DEW Line: Cleanup Of Cold War Arctic Defence Relic Gets More Money
CP | By The Canadian Press
Federal Health Minister Leona Aglukkaq has committed another $15 million to clean up two more sites from the DEW line, a radar system which once stretched across Canada’s North to guard against attack. (Thinkstock)
IQALUIT, Nunavut – The federal government has announced more money to clean up some of the remaining mess left by a Cold-War-era Arctic defence system, one of the largest environmental cleanups in Canadian history.
Federal Health Minister Leona Aglukkaq has committed another $15 million to clean up two more sites on the Distant Early Warning line, the radar system which once stretched across Canada’s North to guard against attack.
Those sites are the last two of the 21 being remediated by the Defence Department. Aboriginal Affairs and Northern Development is responsible for another 21 sites.
The Defence Department has budgeted a total of $575 million to clean up its sites. That doesn’t include the cost for addressing those under the purview of Northern Development.
“It’s like cleaning up a giant factory,” David Eagles, the Defence Department’s project manager, said Wednesday. “You’ve got accommodation buildings. You’ve got transmission towers. You’ve got fuel tanks….”
Just one site, Cape Dyer on the east coast of Baffin Island, is expected to yield thousands of containers of contaminants such as hydrocarbons, PCBs and heavy metals.
“It’s phenomenal the amount of contaminated soil that’s coming south,” Eagles said.
The DEW line was established in the late 1950s along the Arctic coastline, roughly along the 69th parallel from northwestern Alaska to Iceland. It was built to warn against the possibility of a Soviet missile attack that never came — but its impact in the North was large and long-lasting nevertheless.
DEW line construction crews were one of the first and largest forays of southern institutions into the Arctic at a time when Inuit people were making the transition from life on the land into settled communities.
“It had a huge impact and it happened overnight,” said Frank Tester, a University of British Columbia sociologist who studies social change in the Arctic.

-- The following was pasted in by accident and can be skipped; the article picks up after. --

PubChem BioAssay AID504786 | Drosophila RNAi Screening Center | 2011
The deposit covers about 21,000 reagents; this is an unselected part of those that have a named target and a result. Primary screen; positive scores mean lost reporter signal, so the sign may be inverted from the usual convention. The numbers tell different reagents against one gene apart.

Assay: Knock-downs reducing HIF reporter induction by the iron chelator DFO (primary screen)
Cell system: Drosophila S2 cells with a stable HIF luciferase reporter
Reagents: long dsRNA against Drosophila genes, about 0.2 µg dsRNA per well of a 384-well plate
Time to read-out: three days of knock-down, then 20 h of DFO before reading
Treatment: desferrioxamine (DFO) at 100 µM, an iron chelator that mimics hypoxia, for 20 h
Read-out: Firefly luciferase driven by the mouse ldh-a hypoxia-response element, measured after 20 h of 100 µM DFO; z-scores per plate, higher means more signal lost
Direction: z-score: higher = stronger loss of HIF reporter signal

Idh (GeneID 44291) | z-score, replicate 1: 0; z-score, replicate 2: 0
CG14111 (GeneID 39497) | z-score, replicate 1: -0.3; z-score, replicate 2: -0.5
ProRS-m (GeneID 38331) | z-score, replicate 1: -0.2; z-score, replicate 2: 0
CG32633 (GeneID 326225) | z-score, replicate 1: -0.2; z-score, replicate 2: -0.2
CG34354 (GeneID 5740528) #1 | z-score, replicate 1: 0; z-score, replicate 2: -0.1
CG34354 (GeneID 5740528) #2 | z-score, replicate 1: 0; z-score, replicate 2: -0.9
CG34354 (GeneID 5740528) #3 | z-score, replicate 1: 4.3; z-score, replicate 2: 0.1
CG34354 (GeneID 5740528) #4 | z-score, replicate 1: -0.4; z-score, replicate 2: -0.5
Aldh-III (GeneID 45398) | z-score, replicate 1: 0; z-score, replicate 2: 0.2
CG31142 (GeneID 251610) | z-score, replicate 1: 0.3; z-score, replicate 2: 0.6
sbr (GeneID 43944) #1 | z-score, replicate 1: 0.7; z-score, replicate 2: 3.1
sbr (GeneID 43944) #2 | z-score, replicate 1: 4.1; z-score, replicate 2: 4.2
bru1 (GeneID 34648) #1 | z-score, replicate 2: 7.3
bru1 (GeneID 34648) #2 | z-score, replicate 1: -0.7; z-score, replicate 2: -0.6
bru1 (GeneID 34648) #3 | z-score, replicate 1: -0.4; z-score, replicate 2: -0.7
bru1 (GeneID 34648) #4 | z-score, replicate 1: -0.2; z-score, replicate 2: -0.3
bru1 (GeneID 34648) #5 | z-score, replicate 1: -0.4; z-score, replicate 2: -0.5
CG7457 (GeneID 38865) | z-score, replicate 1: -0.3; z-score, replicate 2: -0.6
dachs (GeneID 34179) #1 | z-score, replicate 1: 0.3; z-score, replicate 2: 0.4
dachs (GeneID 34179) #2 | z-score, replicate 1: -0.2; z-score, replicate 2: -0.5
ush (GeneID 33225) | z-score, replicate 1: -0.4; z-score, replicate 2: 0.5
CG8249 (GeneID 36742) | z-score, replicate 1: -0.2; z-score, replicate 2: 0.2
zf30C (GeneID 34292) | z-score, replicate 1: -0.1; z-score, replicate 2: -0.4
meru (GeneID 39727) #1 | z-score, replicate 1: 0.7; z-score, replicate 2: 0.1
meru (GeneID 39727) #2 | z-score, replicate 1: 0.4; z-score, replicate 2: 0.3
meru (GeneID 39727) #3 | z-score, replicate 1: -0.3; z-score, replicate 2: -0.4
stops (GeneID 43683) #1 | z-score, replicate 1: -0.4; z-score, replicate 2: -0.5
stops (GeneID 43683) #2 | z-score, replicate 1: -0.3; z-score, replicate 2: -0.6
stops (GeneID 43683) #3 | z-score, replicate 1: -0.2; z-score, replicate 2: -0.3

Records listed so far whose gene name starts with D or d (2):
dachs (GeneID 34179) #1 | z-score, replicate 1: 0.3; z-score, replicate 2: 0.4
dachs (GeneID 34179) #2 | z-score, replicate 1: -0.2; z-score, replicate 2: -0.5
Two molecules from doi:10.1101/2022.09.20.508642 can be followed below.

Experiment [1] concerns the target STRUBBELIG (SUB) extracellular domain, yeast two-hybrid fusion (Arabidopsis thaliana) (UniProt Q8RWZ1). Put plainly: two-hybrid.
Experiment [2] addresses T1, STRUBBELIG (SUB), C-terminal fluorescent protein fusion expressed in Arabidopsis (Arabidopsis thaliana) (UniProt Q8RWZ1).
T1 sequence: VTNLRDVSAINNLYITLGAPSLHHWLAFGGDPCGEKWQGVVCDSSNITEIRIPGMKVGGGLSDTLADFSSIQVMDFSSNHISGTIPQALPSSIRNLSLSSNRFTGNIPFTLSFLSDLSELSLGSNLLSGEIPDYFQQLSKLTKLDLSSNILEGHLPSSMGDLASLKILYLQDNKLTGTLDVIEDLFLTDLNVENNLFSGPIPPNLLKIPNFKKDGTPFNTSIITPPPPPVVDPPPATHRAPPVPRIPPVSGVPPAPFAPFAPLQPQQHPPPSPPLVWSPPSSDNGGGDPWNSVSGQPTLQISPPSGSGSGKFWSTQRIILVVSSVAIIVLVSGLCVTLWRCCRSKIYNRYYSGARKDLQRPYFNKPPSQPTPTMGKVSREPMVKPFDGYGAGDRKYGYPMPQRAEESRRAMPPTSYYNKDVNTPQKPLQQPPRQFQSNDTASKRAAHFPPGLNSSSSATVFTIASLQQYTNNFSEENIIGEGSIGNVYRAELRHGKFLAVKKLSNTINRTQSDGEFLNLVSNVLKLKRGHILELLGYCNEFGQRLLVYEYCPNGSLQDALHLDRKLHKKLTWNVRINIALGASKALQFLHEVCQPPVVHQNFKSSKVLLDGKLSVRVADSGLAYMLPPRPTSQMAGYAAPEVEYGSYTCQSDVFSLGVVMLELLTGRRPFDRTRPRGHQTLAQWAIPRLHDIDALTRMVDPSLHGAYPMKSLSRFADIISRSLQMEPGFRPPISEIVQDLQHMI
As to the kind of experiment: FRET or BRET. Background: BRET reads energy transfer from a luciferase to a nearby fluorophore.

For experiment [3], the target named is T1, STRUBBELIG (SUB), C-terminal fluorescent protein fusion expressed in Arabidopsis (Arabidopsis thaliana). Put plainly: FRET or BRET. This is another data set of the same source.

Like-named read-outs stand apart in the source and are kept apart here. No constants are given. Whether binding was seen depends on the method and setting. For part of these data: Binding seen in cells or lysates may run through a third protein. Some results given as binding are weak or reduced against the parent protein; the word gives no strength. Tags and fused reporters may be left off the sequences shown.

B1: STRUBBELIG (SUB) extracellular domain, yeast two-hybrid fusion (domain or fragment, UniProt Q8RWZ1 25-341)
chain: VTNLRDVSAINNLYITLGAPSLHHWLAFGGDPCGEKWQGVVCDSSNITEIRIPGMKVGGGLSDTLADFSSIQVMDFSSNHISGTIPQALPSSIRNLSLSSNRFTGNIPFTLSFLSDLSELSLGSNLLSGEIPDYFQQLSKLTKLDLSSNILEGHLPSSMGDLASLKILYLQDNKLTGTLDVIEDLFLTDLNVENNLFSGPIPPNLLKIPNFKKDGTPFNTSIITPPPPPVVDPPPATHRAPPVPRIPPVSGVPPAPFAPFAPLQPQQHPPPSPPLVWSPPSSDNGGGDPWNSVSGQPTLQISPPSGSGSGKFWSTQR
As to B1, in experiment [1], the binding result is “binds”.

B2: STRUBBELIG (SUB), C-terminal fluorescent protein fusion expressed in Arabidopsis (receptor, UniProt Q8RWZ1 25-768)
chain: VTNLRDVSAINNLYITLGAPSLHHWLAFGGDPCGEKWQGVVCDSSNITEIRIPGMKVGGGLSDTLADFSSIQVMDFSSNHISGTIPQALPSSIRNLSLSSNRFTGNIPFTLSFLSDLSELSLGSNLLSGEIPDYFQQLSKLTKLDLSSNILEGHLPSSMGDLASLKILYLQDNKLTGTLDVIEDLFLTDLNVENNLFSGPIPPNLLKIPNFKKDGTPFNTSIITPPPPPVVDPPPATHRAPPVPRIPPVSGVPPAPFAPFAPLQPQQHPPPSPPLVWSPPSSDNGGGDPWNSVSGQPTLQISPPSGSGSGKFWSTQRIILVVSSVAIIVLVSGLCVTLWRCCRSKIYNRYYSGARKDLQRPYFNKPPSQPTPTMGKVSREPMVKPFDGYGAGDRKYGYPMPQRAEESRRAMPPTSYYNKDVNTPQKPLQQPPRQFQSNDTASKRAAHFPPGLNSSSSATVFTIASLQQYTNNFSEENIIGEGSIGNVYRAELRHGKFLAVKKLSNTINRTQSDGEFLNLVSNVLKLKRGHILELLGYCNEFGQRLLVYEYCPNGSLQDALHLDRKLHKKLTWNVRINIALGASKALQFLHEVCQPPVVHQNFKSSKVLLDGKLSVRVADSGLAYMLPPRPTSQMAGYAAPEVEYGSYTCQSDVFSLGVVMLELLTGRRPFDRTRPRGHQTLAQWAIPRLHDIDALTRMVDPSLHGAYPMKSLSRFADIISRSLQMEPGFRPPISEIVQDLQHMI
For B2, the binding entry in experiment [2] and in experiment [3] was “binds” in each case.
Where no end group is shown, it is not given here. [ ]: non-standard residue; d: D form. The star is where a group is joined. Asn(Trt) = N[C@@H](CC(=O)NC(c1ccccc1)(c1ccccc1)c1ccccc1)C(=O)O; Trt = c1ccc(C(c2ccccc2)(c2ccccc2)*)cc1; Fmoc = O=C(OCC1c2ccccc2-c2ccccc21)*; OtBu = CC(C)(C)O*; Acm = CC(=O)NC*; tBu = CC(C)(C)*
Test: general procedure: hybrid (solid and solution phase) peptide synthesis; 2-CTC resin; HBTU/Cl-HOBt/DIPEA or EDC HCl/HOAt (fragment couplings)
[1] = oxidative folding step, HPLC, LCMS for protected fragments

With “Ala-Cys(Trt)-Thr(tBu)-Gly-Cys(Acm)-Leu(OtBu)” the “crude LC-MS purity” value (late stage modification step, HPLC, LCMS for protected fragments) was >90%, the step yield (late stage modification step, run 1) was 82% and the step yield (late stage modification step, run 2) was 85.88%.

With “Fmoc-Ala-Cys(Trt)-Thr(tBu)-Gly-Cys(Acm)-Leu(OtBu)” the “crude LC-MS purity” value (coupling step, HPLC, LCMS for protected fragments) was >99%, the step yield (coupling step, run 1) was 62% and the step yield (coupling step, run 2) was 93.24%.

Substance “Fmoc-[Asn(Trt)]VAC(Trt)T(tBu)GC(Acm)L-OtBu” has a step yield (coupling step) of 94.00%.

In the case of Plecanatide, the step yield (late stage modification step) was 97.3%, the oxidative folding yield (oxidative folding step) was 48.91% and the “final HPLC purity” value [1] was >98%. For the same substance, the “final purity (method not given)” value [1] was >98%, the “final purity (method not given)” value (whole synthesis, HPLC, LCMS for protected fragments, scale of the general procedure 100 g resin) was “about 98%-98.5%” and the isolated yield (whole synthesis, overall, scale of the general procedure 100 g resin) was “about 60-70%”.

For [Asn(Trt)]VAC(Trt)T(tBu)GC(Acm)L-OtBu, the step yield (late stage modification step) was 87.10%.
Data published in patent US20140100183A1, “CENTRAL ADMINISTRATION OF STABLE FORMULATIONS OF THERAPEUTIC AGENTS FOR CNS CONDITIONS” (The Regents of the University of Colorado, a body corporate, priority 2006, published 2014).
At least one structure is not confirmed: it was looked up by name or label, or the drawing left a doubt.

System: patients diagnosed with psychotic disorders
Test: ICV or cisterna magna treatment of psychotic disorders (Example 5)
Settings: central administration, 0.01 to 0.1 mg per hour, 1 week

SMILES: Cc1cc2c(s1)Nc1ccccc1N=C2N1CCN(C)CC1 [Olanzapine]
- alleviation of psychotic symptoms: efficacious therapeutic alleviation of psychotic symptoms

The DEW line offered Inuit their first industrial-type jobs, introduced them to money for the first time and disrupted centuries-old patterns of family life. It accelerated their movement off the land.
It created public health problems as Inuit scavenged from DEW line sites and built shanty towns, which one federal health worker compared to the worst slums of India.
“Arctic urban slums appeared in large numbers overnight,” Tester said.
While the stations provided services such as occasional medical care, they also brought with them problems such as substance abuse. Contact between Inuit and thousands of DEW line workers was discouraged to the point of separate dining halls for Inuit workers, said Tester.
Now, the DEW line is again a source of Inuit jobs. Work on Defence Department’s last two sites has been contracted to an Inuit company and is expected to provide 130 short-term positions.
Part of the reason the cleanup has taken so long — work began in 1989 — is that local people wanted to make the most of the work available, said Eagles.
Aboriginal Affairs has cleaned up eight of its 21 sites. Six contracts totalling about $82 million have been awarded for the work.
The U.S. military, which was largely behind construction of the DEW line, put up US$77 million to tidying it up — believed to be the first time the country contributed to such an effort not on American soil.
— By Bob Weber in Edmonton